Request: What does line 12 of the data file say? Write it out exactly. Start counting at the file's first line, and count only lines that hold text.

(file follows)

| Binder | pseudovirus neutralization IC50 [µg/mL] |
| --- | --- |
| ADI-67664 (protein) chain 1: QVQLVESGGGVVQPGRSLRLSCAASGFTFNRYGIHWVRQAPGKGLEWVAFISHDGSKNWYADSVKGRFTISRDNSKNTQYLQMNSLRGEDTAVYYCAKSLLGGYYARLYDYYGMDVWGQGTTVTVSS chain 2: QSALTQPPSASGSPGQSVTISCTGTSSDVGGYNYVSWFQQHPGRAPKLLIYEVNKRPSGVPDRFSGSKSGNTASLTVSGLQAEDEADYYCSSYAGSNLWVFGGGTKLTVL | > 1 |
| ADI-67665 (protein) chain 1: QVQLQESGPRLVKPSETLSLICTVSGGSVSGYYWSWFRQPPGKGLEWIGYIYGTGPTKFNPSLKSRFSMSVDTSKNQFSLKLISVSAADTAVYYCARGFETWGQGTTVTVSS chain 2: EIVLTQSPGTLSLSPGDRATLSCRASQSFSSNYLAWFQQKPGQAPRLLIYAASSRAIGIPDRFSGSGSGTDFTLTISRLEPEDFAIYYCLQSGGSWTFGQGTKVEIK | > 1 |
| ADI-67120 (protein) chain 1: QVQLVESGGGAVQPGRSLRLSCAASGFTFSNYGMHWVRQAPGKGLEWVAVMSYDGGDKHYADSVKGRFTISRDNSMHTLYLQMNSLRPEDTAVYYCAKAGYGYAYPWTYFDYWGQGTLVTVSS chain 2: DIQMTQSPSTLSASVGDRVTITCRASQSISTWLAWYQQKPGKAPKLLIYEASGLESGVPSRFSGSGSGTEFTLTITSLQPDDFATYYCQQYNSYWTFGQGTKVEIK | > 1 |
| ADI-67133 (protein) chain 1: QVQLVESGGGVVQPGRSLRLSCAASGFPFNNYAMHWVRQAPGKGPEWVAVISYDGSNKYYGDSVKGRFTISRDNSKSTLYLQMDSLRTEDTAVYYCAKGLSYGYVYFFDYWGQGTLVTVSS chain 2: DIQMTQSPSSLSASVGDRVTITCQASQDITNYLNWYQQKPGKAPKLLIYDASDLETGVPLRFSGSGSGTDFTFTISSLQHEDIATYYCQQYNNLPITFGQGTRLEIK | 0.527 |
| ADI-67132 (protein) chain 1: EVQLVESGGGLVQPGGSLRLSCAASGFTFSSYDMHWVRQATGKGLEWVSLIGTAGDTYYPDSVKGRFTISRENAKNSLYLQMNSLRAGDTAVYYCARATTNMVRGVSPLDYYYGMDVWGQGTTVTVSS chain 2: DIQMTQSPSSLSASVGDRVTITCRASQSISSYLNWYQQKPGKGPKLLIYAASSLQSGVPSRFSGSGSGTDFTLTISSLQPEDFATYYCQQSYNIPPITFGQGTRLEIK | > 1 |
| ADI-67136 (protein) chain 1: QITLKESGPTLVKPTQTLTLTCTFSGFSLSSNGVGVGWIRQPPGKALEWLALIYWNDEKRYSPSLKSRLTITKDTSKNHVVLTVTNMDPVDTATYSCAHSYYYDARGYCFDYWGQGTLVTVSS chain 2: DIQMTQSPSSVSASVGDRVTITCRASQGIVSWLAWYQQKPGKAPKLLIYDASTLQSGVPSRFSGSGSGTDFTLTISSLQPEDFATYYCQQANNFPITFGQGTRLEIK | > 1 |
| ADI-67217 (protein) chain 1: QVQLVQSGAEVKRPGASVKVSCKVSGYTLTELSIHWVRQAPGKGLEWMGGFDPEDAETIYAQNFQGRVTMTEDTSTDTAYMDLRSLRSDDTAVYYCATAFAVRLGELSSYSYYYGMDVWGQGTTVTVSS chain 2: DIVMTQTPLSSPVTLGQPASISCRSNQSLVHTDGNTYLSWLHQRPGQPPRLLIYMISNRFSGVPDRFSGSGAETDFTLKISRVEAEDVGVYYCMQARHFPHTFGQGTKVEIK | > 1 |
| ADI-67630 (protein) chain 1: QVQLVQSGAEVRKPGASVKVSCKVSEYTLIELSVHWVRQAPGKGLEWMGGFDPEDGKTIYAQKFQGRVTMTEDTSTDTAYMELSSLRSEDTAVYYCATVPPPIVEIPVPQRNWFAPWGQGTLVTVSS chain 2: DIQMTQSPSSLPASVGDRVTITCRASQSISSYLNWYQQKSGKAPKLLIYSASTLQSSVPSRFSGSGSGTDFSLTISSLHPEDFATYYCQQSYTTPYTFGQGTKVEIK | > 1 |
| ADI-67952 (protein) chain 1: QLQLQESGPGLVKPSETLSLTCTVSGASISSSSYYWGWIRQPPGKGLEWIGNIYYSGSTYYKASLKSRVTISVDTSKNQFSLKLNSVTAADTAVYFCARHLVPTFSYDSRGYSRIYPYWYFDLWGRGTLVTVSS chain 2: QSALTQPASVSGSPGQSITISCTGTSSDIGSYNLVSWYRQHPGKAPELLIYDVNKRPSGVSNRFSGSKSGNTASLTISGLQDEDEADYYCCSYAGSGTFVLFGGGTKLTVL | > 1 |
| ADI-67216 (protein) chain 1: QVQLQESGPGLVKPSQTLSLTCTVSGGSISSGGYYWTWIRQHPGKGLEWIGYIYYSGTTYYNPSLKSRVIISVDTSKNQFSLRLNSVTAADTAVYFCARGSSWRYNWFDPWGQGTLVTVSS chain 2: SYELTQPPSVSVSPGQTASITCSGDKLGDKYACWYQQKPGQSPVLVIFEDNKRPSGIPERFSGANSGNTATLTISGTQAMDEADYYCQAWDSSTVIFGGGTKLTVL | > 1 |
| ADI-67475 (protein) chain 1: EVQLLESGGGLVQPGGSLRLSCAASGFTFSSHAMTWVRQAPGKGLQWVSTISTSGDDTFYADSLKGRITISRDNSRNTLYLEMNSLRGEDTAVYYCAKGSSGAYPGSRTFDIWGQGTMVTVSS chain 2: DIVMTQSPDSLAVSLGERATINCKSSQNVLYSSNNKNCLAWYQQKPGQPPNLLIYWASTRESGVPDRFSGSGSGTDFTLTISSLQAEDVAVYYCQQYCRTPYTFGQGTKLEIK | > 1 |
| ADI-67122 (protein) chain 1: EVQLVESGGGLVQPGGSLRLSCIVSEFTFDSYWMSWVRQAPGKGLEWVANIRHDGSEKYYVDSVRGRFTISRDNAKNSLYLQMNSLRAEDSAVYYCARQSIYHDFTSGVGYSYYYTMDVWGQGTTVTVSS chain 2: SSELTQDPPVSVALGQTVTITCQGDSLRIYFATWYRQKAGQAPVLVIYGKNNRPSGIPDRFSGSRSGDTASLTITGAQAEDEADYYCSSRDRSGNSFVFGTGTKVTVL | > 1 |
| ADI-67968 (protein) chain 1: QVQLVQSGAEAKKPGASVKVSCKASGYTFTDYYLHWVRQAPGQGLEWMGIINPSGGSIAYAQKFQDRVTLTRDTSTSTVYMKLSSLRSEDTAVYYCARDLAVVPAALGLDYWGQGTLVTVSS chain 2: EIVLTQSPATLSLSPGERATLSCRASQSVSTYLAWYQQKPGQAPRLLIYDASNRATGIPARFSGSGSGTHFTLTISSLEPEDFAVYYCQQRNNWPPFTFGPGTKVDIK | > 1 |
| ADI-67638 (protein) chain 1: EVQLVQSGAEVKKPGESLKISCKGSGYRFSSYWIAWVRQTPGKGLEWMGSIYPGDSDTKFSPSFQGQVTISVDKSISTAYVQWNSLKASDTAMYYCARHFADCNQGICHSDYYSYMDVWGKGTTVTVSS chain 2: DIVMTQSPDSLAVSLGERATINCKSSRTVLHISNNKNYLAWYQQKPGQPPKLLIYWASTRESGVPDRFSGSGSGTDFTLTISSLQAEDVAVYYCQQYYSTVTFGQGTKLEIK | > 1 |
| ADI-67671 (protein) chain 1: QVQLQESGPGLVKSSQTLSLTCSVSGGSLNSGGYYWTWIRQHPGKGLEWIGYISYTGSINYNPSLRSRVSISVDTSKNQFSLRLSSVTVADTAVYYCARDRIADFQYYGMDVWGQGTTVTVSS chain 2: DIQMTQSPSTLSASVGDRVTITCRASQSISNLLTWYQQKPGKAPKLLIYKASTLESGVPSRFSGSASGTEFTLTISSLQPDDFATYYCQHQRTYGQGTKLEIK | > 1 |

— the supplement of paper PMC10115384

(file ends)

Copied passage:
| ADI-67216 (protein) chain 1: QVQLQESGPGLVKPSQTLSLTCTVSGGSISSGGYYWTWIRQHPGKGLEWIGYIYYSGTTYYNPSLKSRVIISVDTSKNQFSLRLNSVTAADTAVYFCARGSSWRYNWFDPWGQGTLVTVSS chain 2: SYELTQPPSVSVSPGQTASITCSGDKLGDKYACWYQQKPGQSPVLVIFEDNKRPSGIPERFSGANSGNTATLTISGTQAMDEADYYCQAWDSSTVIFGGGTKLTVL | > 1 |